lancetrekkie1
Nov 15, 2002 11:34 AM
I've read that Lance can average around 500 watts for an hour, and pushes about 5.5 pounds of drag, but on his time trial bike. Aside from the mixed units, can't that get you close to estimating speed? I have idea how to do it, though.
with specific training...merckx56
Nov 15, 2002 11:17 AM
and favorable conditions I think that Lance or Botero or even Ullrich (if he's off the creamy cakes!) could break the 56.375 that Boardman put up. Remember, aero tweaks have made more than a few advances since Boardman's absolute record. I also didn't say he could average 60kmh, I said imagine him circling at 60kmh! Avering 54kmh on the road and 54kmh on the boards are two totally different animals and must be looked at as such. BTW- hindsight is 20/20 when it comes to saying who could have done in the past. Granted, Lemond was very fast and had fewer aero advantages, but the desire to win the Tour in 1989 drove him as well. He never averaged a TT speed anywhere close to that before or after that particular day in 1989. as for Lance's domination,
maybe you also missed that TT in the Tour when Lance blew by Olano, who was the reigning TT World Champ at the time.
He wasn't as dominating last year because everyone else has realised that they nedd to raise their game. He has regularly put a minute+ into the likes of Olano, Zulle, Julich, and yes, even Big Jan. He did pretty much kick everyone's ass in the last TT in 2002 though!
with specific training...waynebo
Nov 15, 2002 12:36 PM
I still don't see Lance breaking 56k on a track. Boardman had track riding experience, which helped him considerably, as did his position. Rominger's mark is the one I think is more applicable due to the fact that Boardman's position was outlawed after he set the record. How convenient. Big Mig was terribly inefficient on the track when he set the hour record, only to have Rominger destroy it on successive occasions. Despite improved aerodynamic equipment and training, the differences between a Rominger and a Armstrong physically are negligible. If he routinely puts a minute into the competition he may be able to top Rominger and I'd like to see him try. I don't think he will because he is singularly focused on the Tour so when would he train for the hour? BTW, Rominger was a real scientific nerd when it came to training, just like Armstrong. As far as Armstrong blowing by Olano, what does that mean. Maybe Olano blew up or wasn't feeling well. When was the last time Armstrong won the World TT Championships? Armstrong is an excellent one-trick pony but to stamp his palmares (and future debates about who was the greatest), he'll need to achieve in other venues.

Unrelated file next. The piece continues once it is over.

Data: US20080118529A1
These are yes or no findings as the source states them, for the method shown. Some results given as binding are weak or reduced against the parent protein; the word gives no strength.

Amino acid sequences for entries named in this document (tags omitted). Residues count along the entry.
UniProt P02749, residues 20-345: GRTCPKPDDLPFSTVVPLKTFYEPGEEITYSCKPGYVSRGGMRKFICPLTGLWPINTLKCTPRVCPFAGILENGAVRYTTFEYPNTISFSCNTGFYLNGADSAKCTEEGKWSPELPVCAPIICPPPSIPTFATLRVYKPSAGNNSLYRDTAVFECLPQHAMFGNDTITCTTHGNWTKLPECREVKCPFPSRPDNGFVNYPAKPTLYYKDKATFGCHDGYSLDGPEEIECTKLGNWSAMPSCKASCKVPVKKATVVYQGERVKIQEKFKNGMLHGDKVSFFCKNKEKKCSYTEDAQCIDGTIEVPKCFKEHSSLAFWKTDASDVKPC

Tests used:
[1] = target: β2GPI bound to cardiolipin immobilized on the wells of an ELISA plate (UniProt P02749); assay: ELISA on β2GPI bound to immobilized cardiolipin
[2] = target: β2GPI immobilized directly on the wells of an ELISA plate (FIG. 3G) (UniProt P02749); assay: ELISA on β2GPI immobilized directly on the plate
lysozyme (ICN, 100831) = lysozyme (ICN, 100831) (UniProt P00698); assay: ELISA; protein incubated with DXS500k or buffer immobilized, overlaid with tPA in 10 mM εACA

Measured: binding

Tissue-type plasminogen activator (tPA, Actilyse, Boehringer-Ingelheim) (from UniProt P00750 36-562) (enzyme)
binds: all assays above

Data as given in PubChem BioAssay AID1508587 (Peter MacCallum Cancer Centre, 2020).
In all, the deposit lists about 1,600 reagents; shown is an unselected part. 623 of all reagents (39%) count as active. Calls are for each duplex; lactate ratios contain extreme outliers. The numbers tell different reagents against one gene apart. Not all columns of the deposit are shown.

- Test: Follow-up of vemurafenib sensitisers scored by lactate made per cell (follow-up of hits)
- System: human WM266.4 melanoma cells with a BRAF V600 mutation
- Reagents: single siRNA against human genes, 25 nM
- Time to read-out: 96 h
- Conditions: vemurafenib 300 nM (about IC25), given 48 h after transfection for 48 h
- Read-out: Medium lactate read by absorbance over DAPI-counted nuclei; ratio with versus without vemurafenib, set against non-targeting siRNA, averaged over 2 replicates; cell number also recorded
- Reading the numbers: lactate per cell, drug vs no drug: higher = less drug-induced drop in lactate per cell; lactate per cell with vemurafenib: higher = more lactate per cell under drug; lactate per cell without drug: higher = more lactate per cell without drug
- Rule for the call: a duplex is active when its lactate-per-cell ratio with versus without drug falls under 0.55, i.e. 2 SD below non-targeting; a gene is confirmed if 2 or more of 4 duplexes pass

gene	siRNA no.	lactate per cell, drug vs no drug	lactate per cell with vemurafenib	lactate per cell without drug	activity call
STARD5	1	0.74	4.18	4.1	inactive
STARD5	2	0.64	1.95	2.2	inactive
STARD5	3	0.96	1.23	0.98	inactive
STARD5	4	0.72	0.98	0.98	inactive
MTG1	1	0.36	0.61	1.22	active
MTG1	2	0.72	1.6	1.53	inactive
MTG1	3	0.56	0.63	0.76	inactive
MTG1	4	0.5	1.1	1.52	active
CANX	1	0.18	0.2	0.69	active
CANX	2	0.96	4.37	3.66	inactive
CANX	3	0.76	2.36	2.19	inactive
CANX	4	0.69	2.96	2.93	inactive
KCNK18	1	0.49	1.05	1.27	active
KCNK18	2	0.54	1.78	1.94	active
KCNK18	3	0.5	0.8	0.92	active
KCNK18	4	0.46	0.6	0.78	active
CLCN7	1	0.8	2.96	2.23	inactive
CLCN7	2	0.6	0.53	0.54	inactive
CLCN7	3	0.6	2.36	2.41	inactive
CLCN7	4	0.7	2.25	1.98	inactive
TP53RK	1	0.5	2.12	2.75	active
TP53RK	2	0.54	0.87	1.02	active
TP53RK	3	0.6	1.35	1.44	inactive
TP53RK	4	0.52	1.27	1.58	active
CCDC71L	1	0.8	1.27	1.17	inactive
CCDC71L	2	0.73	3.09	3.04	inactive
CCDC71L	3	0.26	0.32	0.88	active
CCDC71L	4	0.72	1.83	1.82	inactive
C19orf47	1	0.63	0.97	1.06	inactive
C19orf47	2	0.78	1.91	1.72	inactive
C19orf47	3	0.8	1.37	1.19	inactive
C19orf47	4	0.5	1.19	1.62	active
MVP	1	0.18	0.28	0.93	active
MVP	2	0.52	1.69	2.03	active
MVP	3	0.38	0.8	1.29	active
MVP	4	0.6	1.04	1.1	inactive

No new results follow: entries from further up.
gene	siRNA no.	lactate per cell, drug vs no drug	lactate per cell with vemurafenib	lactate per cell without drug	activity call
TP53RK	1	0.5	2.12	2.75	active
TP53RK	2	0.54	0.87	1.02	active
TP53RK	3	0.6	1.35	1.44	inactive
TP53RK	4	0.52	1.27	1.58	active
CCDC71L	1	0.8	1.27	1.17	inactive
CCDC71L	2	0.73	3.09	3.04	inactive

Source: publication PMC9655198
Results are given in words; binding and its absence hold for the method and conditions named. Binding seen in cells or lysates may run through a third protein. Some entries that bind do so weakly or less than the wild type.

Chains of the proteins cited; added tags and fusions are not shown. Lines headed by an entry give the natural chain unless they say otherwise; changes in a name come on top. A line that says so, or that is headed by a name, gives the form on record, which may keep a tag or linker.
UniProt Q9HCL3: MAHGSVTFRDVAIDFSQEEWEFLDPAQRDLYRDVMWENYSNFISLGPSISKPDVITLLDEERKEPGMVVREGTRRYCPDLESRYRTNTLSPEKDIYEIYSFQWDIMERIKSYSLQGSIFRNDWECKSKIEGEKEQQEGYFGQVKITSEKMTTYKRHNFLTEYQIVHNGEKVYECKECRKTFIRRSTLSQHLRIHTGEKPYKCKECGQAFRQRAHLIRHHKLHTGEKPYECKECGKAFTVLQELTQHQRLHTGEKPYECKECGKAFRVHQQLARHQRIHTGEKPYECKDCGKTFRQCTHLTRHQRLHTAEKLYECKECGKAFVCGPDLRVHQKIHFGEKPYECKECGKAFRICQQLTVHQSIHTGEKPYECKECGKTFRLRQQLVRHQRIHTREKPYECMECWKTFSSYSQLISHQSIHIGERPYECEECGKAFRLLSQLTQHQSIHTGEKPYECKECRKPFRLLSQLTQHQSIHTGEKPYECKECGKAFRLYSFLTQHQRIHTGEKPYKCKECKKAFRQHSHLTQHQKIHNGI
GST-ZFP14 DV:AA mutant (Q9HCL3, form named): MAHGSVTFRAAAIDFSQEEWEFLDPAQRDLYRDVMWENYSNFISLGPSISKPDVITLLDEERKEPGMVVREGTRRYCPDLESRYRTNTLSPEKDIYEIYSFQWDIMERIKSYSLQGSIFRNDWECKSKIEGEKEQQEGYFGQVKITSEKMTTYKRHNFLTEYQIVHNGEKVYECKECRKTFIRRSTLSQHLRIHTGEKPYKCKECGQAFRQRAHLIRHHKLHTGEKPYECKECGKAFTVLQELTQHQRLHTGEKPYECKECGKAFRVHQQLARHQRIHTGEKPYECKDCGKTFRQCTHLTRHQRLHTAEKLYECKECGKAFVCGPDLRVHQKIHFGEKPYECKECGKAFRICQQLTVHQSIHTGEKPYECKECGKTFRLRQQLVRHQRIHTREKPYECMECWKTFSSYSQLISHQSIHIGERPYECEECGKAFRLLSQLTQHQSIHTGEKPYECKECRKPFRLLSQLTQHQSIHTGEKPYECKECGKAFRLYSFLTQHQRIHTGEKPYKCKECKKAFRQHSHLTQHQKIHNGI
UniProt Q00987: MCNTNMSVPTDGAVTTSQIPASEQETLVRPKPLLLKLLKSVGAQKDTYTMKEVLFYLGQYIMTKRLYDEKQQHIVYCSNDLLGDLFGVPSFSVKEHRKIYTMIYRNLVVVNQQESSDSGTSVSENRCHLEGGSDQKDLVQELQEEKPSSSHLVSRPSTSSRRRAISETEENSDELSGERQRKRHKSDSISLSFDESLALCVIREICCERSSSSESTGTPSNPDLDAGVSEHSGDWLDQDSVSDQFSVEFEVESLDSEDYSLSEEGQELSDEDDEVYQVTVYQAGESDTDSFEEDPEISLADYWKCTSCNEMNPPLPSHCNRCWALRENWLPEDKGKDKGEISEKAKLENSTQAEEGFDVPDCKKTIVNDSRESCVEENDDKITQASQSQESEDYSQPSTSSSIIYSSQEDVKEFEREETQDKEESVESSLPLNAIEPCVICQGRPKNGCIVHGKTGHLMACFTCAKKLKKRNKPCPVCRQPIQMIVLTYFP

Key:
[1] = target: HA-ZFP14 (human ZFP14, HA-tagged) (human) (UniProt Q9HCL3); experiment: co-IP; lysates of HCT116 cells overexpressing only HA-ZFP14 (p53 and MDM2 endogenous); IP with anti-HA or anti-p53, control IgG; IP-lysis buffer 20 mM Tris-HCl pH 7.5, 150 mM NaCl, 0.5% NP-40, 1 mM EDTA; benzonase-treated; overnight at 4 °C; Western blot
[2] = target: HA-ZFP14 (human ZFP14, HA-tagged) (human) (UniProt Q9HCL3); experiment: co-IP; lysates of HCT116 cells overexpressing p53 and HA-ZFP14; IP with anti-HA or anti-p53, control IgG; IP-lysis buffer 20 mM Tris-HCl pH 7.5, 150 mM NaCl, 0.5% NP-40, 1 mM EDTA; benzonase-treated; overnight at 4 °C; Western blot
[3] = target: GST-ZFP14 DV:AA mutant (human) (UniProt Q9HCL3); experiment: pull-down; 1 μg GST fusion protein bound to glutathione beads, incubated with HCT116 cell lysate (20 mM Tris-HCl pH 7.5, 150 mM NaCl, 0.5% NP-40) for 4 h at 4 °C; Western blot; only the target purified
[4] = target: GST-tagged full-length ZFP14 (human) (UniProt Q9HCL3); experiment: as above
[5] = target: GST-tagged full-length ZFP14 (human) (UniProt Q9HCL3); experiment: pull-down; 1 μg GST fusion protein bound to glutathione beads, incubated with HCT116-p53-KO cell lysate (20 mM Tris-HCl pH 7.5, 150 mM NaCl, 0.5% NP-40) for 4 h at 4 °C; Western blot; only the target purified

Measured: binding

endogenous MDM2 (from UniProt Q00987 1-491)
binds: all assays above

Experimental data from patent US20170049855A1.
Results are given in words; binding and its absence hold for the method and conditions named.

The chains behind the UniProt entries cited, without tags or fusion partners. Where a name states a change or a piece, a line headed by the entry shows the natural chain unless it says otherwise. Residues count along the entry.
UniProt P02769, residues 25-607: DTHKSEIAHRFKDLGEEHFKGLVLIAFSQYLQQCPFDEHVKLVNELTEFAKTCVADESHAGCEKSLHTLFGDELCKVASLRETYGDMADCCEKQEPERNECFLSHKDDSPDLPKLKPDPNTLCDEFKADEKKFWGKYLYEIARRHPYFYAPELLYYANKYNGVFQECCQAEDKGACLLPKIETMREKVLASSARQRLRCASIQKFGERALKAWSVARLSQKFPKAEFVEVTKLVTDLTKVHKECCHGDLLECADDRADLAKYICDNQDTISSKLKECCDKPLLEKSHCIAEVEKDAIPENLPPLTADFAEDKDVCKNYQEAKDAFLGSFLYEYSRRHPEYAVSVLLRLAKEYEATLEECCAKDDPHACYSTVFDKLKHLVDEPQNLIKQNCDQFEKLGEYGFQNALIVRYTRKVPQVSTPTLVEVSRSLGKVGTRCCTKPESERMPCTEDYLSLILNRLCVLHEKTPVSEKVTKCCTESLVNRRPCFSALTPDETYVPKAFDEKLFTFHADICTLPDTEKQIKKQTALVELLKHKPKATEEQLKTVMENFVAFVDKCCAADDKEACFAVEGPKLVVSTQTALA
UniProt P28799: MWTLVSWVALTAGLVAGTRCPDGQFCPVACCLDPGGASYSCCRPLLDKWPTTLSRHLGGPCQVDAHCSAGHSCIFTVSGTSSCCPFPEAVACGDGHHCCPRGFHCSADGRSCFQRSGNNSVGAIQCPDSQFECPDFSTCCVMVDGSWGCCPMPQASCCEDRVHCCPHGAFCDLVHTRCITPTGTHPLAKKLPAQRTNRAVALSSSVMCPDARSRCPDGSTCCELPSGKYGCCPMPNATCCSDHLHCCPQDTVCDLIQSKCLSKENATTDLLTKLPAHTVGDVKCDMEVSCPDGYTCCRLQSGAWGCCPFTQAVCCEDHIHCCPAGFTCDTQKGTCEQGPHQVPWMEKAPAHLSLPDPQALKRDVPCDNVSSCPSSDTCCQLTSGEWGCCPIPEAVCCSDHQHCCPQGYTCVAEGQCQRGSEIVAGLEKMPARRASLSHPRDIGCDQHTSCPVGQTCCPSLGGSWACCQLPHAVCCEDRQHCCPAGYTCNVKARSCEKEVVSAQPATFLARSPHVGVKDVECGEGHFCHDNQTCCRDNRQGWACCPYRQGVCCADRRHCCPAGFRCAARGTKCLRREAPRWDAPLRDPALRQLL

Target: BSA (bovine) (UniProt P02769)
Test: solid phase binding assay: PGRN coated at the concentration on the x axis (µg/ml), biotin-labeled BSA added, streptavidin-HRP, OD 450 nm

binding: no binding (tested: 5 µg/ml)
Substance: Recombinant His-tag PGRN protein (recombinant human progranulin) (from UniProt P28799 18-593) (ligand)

with specific training...TJeanloz
Nov 15, 2002 12:55 PM
I'm not a huge Armstrong fan, but to put him in the 'one trick poney' bucket isn't really fair. How many cyclists have won at Alpe d'Huez and have an Olympic medal for the time trial? He never won a worlds TT, but did finish 4th- which isn't too shabby. Armstrong's Palmares are as deep as any rider currently in the field. To think that pre-cancer, it was assumed that he was a one-day race kind of guy, not tough enough for a grand tour shot, it is interesting to now have him lumped in the 'grand tours only' group.
How Long does the hour take you? I can do it in one hour. (nm)Spunout
Nov 15, 2002 11:52 AM
elaborationSpoiler
Nov 15, 2002 12:59 PM
Possibly a better phrasing would be "....set a new mark by improving on Boardman's distance of ....."
Nobody can lower Boardman's record. To do that, you'd have to time-travel back, and slow Boardman down to the point where he still breaks the Merckx record, but doesn't reach 49.441 kilometers.
Boardman's record is, in a sense, a past event. Nothing can change it.

He can set a new record of his own.